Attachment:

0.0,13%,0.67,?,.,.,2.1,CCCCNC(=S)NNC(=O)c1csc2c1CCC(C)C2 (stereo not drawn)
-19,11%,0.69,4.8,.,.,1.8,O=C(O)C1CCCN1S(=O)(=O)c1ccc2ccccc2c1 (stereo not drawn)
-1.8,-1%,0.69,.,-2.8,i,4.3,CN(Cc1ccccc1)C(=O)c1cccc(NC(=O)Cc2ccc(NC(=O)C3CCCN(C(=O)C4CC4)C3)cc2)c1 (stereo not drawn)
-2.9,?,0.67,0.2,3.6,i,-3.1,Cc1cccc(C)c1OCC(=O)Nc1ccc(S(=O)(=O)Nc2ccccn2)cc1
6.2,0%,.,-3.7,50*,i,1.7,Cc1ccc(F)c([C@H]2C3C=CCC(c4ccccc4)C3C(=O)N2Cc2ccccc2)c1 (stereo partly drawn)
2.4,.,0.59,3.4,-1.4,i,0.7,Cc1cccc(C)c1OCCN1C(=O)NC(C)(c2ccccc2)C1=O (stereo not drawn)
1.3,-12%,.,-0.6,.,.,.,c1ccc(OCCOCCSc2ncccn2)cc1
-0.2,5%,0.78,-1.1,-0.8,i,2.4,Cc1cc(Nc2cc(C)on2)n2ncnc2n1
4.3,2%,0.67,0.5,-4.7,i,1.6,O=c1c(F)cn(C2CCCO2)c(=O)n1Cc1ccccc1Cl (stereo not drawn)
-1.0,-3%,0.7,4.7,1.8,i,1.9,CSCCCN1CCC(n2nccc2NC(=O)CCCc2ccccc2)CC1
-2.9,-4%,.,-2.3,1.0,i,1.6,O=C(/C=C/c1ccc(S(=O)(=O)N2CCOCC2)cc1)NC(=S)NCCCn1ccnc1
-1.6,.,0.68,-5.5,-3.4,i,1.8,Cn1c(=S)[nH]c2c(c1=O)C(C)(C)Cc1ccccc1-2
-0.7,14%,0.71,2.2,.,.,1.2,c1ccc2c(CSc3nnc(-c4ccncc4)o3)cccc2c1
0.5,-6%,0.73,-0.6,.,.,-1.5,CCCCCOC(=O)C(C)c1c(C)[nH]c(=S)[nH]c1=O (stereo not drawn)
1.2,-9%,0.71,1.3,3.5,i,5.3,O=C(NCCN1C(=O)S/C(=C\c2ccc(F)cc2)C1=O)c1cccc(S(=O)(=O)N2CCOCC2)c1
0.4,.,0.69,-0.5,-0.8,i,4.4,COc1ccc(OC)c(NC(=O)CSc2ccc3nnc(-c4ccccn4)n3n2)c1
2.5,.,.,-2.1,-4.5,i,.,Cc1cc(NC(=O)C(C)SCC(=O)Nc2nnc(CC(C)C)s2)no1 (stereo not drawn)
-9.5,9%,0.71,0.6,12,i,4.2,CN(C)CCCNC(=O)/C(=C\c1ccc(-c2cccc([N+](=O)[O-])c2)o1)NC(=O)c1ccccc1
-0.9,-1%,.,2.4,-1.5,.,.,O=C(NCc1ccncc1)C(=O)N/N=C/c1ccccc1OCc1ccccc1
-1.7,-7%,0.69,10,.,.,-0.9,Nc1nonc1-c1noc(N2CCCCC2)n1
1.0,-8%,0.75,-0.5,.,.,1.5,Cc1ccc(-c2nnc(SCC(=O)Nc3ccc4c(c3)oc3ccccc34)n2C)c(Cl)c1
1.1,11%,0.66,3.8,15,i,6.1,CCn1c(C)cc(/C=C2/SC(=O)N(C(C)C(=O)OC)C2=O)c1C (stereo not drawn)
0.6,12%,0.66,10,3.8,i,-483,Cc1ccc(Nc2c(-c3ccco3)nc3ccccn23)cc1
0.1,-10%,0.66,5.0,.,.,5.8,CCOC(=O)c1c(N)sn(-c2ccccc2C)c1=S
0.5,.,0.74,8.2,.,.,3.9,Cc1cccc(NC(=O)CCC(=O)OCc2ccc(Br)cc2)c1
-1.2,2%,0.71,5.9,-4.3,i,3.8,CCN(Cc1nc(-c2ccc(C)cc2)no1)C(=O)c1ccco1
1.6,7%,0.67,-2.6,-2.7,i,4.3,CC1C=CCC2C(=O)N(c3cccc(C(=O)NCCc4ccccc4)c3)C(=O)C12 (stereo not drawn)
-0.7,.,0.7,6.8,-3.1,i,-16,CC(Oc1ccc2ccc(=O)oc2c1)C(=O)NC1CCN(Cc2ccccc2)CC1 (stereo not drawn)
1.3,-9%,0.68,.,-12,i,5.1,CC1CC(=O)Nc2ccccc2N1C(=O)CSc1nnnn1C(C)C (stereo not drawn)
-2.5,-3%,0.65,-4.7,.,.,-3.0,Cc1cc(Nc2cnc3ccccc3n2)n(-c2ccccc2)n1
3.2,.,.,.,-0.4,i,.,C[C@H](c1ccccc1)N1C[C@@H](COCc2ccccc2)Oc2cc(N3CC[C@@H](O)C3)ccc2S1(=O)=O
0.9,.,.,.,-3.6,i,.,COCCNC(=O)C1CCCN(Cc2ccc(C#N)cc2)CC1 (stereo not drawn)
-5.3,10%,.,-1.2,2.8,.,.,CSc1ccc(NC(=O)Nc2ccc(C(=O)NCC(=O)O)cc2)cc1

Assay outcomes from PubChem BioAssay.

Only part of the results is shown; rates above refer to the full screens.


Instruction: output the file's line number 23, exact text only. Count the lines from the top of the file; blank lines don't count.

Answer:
0.6,12%,0.66,10,3.8,i,-483,Cc1ccc(Nc2c(-c3ccco3)nc3ccccn23)cc1